COLLEGE STATION, TX–(Marketwired – February 26, 2014) – The Center for Minorities and People with Disabilities in IT (CMD-IT), which develops national-scale projects to ensure that underrepresented groups are fully engaged in computing and information technologies, announced today that Dr. Jan Cuny is the recipient of the 2014 Richard Tapia Achievement Award. Dr. Cuny was presented with the award on Friday, February 7, 2014 at the 2014 Richard Tapia Celebration of Diversity in Computing Conference in Seattle, WA. The Tapia Conference, which is one of the most diverse technical conferences in computing, brings together undergraduate and graduate students, faculty, researchers, and professionals to highlight the technical achievements and diversity that exists in the computing field.
Dr. Cuny was awarded the 2014 Richard Tapia Achievement Award for her dedication and lifelong work making computing more inclusive to underrepresented and underserved communities. Since 2004, Jan Cuny has been the Program Officer for the CISE Broadening Participation in Computing (BPC) program at the National Science Foundation.
Before coming to NSF, Jan was a faculty member in the Computer Science departments at Purdue University, the University of Massachusetts, and the University of Oregon. Her research centered on programming environments for computational science.
At NSF, Dr. Cuny founded the BPC program. It aims to significantly increase the number of students getting postsecondary degrees in computing, with an initial emphasis on those groups — women, minorities, and persons with disabilities — who have traditionally been underrepresented in computing. BPC supports efforts from middle school through graduate school and the early faculty ranks. It currently has a portfolio of over $50 million in active awards. More importantly, it has built a national community of several hundred researchers and practitioners who actively collaborate on interventions that address underrepresentation.
Dr. Cuny has been involved in efforts to increase the participation of women in computing research for many years. She was a long time member of the Computing Research Association’s Committee on the Status of Women (CRA-W), serving among other activities as a CRA-W co-chair, a mentor in their Distributed Mentoring Program, and a lead on their Academic Career Mentoring Workshop, Grad Cohort, and Cohort for Associated Professors projects. Jan was also a member of the Advisory Board for Anita Borg Institute for Woman and Technology, the Leadership team of the National Center for Women in Technology, the Executive Committee of the Coalition to Diversify Computing, and the Board of Directors of the Computing Research Association. She was Program Chair of the 2004 Grace Hopper Conference and the General Chair of the 2006 conference. For her efforts with underserved populations, she is a recipient of one of the 2006 ACM President’s Awards and the 2007 CRA A. Nico Habermann Award.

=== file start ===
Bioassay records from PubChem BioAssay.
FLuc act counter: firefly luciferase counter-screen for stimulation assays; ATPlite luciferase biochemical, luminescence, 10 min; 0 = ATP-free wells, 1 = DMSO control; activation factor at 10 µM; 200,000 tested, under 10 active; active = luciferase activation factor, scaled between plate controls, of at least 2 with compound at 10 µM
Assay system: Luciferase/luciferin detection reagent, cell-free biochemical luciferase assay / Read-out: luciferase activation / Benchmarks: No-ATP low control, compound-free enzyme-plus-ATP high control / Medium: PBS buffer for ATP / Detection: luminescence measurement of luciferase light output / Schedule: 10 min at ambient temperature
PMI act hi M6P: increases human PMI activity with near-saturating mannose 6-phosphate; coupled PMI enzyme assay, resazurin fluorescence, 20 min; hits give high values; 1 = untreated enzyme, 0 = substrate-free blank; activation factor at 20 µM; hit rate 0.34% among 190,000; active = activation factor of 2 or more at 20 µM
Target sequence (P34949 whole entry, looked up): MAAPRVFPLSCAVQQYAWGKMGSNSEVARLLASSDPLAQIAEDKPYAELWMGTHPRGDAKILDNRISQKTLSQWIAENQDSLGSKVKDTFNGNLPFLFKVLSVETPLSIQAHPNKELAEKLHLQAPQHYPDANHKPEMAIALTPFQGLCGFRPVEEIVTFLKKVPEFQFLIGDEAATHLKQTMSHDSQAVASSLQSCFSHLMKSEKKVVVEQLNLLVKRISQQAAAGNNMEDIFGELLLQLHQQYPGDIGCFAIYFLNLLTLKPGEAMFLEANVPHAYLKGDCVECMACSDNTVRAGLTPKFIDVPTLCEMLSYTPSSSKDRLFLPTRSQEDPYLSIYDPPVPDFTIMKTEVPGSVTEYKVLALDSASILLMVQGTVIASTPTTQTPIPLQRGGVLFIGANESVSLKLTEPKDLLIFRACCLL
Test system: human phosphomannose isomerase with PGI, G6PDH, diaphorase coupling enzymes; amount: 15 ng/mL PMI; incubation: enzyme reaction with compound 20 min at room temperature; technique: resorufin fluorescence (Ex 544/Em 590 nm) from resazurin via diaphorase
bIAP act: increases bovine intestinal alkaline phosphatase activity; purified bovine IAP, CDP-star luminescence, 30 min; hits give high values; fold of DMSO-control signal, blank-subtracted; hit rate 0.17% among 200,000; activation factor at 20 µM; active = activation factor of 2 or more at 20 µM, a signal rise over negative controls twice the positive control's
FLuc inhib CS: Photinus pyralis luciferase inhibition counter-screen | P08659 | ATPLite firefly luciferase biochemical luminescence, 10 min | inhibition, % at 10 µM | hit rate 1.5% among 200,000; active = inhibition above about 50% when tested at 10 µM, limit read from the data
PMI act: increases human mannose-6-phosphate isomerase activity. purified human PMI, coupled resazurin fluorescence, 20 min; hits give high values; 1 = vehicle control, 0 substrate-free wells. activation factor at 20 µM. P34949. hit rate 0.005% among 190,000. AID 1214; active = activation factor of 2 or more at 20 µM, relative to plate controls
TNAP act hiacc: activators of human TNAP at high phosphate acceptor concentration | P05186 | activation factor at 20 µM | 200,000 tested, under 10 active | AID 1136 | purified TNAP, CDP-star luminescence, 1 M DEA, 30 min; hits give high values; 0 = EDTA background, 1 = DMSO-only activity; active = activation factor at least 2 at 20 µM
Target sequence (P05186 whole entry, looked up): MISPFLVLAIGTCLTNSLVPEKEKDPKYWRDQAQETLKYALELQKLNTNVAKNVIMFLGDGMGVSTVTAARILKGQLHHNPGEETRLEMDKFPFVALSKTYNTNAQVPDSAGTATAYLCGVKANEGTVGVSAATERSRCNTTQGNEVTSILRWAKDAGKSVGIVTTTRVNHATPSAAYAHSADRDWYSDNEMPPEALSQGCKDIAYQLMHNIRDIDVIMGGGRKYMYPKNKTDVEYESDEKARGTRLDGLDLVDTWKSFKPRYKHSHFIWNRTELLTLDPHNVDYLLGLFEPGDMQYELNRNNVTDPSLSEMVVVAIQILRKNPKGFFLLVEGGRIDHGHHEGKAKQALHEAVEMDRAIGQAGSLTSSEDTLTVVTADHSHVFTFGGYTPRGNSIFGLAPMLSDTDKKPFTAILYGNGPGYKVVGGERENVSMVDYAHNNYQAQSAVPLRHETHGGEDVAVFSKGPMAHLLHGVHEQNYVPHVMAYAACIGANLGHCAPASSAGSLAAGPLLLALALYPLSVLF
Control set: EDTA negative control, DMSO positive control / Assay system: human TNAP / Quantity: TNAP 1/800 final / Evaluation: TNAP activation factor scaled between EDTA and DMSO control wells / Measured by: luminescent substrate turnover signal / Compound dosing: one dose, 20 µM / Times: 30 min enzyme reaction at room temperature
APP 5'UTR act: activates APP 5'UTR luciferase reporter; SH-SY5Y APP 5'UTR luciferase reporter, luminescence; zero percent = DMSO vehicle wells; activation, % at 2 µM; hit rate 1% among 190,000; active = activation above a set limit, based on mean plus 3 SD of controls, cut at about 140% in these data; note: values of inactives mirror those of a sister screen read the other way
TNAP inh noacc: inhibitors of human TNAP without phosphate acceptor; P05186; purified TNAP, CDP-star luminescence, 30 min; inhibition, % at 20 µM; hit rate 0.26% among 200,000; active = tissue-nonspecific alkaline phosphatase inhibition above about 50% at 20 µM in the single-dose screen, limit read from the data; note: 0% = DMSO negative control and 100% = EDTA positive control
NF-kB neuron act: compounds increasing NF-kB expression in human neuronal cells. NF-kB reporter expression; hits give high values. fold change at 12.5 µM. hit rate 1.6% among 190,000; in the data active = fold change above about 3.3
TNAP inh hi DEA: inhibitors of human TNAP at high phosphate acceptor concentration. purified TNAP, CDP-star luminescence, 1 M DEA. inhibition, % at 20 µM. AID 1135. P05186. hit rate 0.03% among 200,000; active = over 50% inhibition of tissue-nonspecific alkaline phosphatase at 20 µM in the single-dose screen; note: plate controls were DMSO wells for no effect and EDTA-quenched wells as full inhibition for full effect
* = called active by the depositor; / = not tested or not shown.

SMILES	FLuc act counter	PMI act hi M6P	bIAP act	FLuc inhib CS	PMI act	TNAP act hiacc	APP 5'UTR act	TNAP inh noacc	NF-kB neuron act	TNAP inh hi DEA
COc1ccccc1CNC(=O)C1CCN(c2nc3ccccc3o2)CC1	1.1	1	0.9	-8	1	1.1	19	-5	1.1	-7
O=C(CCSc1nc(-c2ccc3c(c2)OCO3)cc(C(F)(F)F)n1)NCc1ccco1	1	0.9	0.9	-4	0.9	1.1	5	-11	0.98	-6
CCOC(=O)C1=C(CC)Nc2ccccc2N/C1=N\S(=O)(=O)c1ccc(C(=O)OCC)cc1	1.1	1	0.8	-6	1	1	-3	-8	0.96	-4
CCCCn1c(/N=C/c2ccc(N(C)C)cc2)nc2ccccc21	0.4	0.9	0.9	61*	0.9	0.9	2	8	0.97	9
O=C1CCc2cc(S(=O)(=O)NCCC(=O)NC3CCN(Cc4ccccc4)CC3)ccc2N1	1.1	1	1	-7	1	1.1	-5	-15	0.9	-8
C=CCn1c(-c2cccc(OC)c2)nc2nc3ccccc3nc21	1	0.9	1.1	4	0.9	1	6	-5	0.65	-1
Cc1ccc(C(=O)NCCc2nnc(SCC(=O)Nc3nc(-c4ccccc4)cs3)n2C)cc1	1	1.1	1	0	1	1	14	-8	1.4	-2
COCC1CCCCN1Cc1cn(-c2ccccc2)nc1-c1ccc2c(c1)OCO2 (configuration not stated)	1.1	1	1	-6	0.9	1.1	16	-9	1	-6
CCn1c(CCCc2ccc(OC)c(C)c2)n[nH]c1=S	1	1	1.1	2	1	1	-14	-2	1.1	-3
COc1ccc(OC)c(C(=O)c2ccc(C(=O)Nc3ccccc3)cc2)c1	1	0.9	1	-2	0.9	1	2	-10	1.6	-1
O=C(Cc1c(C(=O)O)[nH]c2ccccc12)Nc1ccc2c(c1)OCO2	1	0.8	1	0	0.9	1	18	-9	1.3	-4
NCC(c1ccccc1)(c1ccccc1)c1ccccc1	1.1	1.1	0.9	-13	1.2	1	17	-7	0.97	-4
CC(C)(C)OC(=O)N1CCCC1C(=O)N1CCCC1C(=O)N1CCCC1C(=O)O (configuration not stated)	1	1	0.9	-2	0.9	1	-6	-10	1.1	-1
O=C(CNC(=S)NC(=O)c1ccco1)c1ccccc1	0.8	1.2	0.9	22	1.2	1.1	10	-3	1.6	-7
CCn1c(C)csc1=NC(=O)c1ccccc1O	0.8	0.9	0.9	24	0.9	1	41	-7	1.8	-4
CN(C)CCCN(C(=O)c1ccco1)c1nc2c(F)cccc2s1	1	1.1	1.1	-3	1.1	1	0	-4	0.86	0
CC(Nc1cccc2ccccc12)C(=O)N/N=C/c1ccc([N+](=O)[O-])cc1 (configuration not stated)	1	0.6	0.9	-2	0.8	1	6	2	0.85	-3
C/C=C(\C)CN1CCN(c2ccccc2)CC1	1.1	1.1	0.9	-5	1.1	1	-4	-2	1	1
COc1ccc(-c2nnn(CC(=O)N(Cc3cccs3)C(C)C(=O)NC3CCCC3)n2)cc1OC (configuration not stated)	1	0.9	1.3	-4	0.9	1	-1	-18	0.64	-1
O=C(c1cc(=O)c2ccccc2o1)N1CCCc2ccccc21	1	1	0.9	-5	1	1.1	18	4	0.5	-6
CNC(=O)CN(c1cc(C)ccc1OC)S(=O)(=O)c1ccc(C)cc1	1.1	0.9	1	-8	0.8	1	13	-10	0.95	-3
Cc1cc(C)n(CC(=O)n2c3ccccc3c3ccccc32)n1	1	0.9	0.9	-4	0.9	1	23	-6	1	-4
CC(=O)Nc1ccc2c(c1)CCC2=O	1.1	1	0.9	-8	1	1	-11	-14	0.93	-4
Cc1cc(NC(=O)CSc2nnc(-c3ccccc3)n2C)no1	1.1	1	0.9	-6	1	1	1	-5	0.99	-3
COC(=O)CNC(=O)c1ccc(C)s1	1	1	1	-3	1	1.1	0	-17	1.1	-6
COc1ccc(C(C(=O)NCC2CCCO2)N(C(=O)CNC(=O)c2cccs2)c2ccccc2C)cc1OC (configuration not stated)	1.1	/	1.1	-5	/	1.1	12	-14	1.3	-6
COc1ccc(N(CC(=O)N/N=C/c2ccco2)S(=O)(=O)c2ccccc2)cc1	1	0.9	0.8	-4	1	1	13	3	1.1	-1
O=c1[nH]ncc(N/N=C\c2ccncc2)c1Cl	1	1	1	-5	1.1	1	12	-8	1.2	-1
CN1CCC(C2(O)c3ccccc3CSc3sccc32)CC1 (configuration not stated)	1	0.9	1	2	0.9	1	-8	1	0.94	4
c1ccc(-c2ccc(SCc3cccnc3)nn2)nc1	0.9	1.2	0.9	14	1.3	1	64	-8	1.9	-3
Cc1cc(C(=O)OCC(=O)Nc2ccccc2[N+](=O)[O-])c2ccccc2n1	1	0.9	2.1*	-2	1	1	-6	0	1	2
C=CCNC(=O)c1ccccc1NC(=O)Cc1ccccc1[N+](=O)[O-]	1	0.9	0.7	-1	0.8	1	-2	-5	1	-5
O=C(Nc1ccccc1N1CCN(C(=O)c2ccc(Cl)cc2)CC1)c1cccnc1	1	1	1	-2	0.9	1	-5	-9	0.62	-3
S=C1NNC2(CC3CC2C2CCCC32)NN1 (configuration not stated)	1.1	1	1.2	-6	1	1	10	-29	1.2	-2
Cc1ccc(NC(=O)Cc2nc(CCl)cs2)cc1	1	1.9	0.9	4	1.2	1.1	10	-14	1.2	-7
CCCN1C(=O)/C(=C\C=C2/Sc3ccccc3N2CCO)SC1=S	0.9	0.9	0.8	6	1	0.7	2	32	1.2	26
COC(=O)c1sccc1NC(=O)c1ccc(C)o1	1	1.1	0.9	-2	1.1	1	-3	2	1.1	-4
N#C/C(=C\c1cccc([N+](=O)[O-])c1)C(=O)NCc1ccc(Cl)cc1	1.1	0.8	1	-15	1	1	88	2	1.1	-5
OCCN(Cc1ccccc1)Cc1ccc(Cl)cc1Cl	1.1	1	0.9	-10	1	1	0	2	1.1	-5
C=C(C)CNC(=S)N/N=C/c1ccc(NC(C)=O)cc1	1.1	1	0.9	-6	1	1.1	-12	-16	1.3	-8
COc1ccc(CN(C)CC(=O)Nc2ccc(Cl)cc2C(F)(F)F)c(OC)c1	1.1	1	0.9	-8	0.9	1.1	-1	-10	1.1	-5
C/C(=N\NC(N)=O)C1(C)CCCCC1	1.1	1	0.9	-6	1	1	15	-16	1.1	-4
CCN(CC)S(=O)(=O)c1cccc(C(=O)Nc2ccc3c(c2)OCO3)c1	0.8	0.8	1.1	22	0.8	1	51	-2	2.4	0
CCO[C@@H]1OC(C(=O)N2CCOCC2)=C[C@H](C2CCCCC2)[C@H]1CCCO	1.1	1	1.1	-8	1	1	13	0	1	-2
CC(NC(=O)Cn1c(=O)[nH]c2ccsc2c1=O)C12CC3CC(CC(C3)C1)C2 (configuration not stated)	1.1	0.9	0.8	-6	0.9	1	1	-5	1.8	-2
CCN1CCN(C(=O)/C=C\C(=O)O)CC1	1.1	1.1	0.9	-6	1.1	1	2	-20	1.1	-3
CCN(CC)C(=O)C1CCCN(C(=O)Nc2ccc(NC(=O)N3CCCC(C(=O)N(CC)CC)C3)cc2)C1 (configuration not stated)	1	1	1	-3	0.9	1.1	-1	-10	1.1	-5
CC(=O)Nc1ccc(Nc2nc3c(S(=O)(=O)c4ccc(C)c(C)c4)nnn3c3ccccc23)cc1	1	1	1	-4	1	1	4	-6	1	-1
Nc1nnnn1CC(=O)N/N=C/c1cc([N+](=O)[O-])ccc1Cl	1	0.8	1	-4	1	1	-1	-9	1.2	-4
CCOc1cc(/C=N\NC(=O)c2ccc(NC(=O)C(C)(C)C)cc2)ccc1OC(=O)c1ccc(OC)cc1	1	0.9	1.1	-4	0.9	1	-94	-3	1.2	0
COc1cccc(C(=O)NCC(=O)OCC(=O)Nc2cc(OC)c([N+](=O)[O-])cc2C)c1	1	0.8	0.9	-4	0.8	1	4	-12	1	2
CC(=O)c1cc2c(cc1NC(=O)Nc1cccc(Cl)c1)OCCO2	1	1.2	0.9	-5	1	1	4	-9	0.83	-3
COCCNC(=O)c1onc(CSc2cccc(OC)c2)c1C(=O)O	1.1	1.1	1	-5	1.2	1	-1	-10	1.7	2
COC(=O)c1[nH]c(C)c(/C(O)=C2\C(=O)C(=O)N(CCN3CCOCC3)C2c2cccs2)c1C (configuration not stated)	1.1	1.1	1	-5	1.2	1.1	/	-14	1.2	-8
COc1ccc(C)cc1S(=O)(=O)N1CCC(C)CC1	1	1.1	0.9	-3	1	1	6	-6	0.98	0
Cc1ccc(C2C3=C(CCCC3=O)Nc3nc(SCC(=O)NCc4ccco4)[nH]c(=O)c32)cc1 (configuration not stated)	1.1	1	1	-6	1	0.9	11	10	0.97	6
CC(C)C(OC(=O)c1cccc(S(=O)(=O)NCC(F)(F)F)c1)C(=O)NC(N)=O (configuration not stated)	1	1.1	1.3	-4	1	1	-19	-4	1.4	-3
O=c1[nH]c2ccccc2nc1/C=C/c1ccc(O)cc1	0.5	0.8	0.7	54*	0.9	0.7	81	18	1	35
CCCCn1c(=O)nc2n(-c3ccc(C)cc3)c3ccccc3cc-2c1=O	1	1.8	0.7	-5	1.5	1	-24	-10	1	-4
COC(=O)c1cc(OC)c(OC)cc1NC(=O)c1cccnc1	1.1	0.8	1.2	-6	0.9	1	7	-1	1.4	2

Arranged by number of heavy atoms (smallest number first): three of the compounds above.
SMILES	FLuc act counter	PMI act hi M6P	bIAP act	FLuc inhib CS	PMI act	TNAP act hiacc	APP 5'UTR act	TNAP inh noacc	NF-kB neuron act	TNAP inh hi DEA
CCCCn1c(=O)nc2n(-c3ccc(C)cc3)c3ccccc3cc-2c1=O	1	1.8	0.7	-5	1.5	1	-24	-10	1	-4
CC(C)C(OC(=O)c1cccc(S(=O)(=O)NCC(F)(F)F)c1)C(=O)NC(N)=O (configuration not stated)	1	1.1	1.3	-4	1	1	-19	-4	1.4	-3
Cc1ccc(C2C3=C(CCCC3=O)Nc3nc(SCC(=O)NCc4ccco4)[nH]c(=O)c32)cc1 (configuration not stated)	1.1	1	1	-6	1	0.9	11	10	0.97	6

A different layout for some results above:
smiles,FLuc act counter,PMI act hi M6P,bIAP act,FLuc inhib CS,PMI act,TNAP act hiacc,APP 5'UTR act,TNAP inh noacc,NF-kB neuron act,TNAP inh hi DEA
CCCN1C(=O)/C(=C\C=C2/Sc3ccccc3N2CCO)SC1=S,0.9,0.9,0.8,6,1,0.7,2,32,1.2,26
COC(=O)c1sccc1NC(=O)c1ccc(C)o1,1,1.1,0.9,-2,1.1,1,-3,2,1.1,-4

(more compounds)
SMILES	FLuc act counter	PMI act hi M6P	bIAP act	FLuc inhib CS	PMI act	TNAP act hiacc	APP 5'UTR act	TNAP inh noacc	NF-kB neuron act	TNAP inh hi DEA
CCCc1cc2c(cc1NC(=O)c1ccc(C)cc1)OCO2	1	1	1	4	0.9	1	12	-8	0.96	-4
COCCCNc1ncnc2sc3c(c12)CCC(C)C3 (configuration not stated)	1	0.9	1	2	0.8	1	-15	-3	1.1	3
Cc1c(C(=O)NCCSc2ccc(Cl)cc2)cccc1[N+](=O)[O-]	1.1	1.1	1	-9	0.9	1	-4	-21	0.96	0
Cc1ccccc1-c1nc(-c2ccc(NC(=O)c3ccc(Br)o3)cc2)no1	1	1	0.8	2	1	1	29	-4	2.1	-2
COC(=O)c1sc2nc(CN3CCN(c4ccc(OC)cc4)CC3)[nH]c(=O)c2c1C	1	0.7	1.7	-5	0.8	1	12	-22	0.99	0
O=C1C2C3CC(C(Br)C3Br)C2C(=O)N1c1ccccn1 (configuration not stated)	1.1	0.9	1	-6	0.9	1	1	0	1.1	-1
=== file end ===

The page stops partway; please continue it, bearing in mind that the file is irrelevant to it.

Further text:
About the Tapia Conference
The Tapia Conferences are organized by the Coalition to Diversify Computing (CDC), sponsored by the Association for Computing Machinery (ACM), and presented by the Center for Minorities and People with Disabilities in Information Technology (CMD-IT). The conferences are in-cooperation with the Computing Research Association (CRA) and the IEEE Computer Society (IEEE-CS). For more information about the ACM Richard Tapia Celebration of Diversity in Computing Conference visit http://tapiaconference.org/.
About the Center for Minorities and People with Disabilities in Information Technology (CMD-IT)
The vision of CMD-IT is to contribute to the national need for an effective workforce in computing and IT through inclusive programs and initiatives focused on minorities and people with disabilities. CMDIT’s vision is accomplished through its mission to insure that underrepresented groups are fully engaged in computing and IT and to promote innovation that enriches, enhances and enables underrepresented communities. For more information please visit www.cmd-it.org.
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